Howard HawksOkay, so at the outset I’m going to admit my own personal bias about Howard Hawks: he has to be one of the most amazingingly versatile directors ever. I mean he did everything from screwball comedies (Bringing Up Baby, His Girl Friday) to action/adventure (Only Angels Have Wings) to westerns (Red River, El Dorado) to film noir (The Big Sleep) to early sci-fi stuff (The Thing) to musicals (Gentleman Prefer Blondes) to gangster films (Scarface) and on and on and on… Where do you start with someone like that? By the by, you can watch clips and original trailers for many of his films at my favorite movie site TCM.

Now, The Big Sleep (1946) with Humphrey Bogart and Lauren Bacall is one of those movies that is a classic I think more for the mood and style of the film than for anything very redeeming in the plot. Not that is doesn’t have one; it does. Actually, what it has is too much plot; to say it’s confusing is to do it an injustice. This is the Raymond Chandler book, remember, in which the Sternwood’s chauffer is killed in the beginning, but Chandler never reveals who did it. I mean you get to the end, and you realize that one of the murders hasn’t been solved, and there’s this really wierd moment where you wonder, well, what happened, did he just forget about it?

[By the by, if you want to see a great Raymond Chandler book filmed, check out Murder My Sweet with Dick Powell. You can actually follow the plot on this one; and I think Powell is a much better Philip Marlowe than Bogart. The Chandler book this one came from was actually called Farewell, My Lovely, but seeing as Dick Powell was a fabulous song and dance man in his former life, studio execs were afraid people might think the movie was a musical, so they changed the name to avoid any associations with Busby Berkeley.]

Anyways, this post is getting a mind of it’s own. Back to Howard Hawks. He actually did make some silent films back in the day, but for the most part they are pretty forgetable. Not so his “talkies.” His Girl Friday has to be one of the funniest movies ever, and it’s really a matter of Hawks’ direction and the pace he sets. Because of the speed with which the characters talk and because much of the dialogue overlaps, the 191 page script turned into only a 92 minute movie. But it’s 92 minutes of pure hilarity.

If you want to read more about Hawks or see some of his films, check out what we have here at the Alameda County Library.

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How To Tie a Windsor Knot

With February almost here, I thought that you all might be heading into the Dress Up to Go Out season. As such, I have hunted up a couple of Youtube Videos that will assist you in remembering how to tie your tie into a Windsor Knot.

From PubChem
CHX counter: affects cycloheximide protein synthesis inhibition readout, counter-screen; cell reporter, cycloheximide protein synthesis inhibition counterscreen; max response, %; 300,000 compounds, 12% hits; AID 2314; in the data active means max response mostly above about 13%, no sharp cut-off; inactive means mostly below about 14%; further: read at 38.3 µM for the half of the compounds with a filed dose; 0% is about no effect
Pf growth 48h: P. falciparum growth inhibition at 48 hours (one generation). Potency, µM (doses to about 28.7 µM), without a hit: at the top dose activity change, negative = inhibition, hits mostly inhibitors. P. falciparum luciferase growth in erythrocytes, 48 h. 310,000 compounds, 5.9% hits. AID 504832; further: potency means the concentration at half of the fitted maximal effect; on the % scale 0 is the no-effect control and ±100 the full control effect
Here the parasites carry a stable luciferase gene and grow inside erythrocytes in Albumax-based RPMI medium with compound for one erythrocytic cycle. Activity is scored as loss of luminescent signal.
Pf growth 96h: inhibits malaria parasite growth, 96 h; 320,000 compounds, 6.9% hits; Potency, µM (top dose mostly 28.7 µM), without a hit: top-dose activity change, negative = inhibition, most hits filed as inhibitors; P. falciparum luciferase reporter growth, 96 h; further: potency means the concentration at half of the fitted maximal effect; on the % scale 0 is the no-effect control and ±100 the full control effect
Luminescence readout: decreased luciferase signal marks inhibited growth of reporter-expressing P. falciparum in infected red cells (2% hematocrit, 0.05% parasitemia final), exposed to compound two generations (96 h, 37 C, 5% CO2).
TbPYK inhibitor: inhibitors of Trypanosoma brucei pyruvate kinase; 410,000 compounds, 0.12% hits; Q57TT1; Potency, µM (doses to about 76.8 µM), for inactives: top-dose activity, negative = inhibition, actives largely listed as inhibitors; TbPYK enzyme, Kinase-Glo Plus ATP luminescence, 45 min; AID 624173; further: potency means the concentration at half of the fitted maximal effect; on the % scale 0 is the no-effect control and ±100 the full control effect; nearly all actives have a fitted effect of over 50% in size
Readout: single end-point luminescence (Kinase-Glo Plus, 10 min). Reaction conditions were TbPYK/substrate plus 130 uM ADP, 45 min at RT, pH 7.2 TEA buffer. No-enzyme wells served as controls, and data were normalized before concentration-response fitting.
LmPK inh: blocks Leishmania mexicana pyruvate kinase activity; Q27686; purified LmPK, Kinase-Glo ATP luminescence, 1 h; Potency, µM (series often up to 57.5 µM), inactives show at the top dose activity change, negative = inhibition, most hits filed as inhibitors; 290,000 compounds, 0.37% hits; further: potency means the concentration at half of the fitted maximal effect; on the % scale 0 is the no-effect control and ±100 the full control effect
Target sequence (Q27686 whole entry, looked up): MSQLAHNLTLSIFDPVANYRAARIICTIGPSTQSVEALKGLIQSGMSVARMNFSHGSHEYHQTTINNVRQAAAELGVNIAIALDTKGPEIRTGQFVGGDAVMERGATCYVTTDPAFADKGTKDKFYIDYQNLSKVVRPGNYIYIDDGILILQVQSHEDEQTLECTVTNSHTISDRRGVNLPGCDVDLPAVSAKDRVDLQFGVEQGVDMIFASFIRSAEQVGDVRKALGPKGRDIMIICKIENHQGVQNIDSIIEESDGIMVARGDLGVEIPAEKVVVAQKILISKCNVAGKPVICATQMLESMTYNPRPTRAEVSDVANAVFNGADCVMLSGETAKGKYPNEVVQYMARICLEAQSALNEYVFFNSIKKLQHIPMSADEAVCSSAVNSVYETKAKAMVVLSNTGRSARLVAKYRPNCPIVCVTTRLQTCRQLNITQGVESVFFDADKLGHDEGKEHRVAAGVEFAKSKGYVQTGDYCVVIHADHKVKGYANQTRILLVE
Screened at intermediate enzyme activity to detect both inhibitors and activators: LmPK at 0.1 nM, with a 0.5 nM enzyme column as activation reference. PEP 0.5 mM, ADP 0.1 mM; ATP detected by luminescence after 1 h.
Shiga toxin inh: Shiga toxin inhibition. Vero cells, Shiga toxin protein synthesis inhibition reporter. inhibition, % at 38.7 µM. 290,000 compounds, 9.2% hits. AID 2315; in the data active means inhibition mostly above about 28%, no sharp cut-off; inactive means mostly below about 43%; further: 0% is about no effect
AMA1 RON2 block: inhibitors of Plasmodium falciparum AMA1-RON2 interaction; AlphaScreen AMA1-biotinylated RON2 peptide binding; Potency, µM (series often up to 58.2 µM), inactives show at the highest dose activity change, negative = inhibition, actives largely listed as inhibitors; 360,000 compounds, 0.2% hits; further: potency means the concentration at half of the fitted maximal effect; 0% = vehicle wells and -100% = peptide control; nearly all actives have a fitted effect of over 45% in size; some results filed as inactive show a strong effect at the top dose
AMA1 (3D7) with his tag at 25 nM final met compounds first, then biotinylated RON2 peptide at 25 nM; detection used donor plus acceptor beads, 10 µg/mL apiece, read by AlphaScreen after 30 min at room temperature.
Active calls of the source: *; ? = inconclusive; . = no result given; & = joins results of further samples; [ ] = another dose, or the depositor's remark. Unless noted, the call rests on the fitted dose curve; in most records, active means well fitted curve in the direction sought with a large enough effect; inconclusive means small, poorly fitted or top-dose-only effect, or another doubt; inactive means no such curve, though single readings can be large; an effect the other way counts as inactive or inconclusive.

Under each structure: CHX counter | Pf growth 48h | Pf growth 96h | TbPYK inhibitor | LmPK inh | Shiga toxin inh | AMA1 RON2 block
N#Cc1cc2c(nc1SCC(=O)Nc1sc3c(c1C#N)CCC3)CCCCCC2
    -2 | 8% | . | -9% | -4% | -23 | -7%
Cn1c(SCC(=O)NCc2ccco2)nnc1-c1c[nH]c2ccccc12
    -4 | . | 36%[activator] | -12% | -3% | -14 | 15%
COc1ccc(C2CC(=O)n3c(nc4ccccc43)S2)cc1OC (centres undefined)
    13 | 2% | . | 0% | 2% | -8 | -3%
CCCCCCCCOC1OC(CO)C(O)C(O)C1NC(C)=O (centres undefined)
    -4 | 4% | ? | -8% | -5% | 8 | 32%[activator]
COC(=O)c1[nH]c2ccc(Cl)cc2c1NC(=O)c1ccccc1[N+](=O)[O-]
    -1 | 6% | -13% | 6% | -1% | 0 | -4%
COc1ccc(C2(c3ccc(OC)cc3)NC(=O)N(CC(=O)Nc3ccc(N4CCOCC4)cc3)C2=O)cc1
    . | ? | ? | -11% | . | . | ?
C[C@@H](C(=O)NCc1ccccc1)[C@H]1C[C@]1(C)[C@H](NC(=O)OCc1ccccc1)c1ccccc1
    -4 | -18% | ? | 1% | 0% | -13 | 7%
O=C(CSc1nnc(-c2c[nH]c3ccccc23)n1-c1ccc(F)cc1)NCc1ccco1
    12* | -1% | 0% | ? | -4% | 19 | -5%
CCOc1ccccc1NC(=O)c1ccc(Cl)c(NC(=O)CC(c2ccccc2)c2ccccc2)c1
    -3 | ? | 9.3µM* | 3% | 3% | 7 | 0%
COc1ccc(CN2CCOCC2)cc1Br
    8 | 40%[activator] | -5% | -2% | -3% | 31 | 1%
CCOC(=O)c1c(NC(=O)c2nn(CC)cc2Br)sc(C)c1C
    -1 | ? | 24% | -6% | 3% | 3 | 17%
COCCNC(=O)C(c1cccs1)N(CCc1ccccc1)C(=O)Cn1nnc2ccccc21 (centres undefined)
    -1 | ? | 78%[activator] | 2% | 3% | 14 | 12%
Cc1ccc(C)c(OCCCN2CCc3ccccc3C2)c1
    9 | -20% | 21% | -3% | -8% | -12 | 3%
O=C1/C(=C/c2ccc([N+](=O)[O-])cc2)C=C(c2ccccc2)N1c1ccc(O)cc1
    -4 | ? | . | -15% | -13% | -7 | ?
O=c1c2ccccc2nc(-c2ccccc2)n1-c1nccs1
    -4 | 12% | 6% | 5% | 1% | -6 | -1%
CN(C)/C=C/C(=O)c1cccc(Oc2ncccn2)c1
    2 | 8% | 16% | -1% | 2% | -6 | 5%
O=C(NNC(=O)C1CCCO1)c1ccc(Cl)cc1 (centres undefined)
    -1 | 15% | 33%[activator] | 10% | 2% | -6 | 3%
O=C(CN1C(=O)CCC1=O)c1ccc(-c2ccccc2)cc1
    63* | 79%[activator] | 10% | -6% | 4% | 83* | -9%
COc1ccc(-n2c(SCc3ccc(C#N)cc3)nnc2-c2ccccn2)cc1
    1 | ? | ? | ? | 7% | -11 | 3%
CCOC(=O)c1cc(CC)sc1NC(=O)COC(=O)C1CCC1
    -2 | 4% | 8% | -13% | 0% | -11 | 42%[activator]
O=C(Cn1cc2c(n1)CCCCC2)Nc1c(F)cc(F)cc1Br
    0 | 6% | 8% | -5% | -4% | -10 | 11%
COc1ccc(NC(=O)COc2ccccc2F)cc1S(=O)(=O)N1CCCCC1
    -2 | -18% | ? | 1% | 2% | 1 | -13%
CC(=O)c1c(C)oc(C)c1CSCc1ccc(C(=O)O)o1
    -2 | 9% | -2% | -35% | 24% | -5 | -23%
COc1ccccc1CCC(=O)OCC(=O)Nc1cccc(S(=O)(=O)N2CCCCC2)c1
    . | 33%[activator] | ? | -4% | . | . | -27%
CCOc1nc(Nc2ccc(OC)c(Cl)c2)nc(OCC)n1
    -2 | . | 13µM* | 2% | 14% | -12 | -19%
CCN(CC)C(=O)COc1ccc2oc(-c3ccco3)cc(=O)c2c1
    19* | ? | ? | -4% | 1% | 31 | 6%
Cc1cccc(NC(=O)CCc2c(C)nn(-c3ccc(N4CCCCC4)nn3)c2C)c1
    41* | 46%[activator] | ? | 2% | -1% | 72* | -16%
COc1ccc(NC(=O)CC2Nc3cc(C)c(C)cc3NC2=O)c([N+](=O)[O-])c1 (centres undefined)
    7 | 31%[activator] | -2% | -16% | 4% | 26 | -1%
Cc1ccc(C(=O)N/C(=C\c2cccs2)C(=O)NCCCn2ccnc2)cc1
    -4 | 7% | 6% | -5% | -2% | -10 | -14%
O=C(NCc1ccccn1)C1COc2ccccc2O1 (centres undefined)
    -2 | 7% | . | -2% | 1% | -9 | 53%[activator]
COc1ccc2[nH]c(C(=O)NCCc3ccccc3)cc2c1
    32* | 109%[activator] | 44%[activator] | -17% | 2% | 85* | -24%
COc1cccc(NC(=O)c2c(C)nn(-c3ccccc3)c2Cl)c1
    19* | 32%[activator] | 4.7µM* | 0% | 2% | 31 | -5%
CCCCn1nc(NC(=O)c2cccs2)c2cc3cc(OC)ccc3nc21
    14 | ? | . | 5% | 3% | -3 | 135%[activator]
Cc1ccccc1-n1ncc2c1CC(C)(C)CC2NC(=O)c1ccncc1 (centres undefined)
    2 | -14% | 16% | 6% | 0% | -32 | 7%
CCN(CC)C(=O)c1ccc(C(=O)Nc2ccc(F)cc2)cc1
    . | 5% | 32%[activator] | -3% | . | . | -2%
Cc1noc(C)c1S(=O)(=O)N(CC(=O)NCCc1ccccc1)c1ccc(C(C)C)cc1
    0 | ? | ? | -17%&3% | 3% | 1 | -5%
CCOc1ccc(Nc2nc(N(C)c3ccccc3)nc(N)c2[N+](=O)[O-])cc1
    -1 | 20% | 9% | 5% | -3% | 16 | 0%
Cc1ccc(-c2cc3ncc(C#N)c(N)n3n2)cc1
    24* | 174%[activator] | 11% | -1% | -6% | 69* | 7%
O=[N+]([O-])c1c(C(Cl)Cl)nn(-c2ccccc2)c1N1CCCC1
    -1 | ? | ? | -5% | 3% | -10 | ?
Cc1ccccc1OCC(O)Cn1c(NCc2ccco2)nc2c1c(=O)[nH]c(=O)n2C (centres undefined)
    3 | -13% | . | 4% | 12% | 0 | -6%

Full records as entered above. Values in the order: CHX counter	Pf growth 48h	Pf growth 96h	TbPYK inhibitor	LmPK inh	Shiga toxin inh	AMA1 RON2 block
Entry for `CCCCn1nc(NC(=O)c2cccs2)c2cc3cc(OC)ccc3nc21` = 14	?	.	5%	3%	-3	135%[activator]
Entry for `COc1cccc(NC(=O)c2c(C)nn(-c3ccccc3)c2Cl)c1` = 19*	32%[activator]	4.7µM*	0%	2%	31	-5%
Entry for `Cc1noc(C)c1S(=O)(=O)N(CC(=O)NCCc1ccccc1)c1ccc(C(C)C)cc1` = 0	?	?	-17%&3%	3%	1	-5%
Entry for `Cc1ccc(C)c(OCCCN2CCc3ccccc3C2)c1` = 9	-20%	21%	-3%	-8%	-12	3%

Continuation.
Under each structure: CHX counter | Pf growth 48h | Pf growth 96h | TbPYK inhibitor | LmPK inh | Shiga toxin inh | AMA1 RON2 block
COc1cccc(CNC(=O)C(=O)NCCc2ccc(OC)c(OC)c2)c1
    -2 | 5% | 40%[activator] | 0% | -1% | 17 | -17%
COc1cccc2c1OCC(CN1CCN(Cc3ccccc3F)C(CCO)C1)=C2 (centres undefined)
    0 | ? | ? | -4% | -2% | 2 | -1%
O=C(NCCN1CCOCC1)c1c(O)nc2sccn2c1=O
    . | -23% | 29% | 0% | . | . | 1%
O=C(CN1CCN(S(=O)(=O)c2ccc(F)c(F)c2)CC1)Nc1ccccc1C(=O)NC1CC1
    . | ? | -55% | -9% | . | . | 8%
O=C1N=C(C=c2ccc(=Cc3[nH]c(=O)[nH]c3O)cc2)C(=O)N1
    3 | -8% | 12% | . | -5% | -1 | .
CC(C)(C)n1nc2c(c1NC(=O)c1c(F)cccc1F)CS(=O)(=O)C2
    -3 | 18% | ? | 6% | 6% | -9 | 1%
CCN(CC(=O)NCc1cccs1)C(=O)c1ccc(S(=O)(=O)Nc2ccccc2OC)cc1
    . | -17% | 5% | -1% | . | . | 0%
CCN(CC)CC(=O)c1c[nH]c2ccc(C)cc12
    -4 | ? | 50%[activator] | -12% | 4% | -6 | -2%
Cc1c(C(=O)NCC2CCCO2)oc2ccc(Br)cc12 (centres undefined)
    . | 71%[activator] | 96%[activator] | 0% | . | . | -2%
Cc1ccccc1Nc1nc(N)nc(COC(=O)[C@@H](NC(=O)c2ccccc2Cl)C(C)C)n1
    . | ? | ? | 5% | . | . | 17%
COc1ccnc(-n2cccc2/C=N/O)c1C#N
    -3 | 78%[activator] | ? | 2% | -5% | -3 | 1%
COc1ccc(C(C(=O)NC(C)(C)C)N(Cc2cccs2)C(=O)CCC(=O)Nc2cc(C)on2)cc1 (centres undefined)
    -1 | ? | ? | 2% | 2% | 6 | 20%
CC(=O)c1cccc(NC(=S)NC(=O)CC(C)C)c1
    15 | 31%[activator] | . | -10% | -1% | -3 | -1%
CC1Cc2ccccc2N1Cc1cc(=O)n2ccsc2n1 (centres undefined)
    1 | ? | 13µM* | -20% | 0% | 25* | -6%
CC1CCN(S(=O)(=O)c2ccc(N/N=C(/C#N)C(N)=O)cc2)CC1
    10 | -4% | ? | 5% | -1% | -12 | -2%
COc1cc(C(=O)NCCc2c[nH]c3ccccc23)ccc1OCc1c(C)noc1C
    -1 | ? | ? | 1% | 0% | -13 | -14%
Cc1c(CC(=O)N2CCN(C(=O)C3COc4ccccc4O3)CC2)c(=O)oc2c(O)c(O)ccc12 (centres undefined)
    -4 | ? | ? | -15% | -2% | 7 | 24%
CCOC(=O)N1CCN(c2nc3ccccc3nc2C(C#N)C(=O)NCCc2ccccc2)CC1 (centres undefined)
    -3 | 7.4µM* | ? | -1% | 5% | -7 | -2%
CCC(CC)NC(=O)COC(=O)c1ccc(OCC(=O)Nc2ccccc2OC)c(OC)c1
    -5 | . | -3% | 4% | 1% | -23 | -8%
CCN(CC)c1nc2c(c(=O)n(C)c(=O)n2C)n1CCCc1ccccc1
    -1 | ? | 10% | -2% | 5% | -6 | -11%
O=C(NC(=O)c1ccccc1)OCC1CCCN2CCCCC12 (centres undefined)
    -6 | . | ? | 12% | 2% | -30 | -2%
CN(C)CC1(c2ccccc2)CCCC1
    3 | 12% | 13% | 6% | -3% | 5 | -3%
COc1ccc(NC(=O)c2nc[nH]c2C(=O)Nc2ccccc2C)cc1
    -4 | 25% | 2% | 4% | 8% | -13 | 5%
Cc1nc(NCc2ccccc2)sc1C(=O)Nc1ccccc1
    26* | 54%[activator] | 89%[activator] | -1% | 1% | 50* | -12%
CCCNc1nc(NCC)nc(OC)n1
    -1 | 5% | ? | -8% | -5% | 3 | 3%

This first video is without sound, and seeks to instruct you as though you were looking into a mirror.

Tie the ‘Windsor’ knot

This second video employs text intructions and music along with the visual intructions for tying the Windsor Knot. It is a little easier to follow than the previous one.

How to tie a Windsor knot

If you are not ready for the Windsor knot, why not try the Four in Hand knot?

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June 29, 1999 is another trip into the fantastical imagination of David Wiesner. This time we encounter a young scientist and her vegetable experiment. The results are unexpected…or is it just a coincidence that a huge piece of broccoli lands in Holly’s back yard? The last book that I encountered by Writer/Illustrator David Wiesner was the clever cloud-centric Sector 7. June 29, 1999 is equally unexpected and amusing. I love Holly’s experiment. An illustration of her science project appears on the cover of the book. On the subject of illustrations, I am rapidly becoming a huge fan of Mr. Wiesner’s artwork. It seems that he can draw a believable picture of anything. He can translate the most outlandish idea into a recognizable image. My favorite bit of this picture book is the hiker encountering turnips. It just tickled me. How can you go wrong with an entertaining story and images of floating veggies? I really enjoyed this one. I hope that you will, too.

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Will You Be My Valentine?

Vintage Valentine

Do you have a special someone you’d like to make a Valentine for? Yes? Great! Then you need to come to one of our Valentine Making Workshops.

The workshops will be here at the Fremont Main Library and are for school-aged children, although younger children are welcome if they have an older helper with them.

This fun program is sponsored by the Fremont Friends of the Library and does require registration.

Signups begin Monday January 28 at 1 p.m.

Workshops will be held Wednesday February 6. Choose to attend one of the following sessions:

Session 1 at 4 p.m.
Session 2 at 7 p.m.

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Thirteen Scottish Monarchs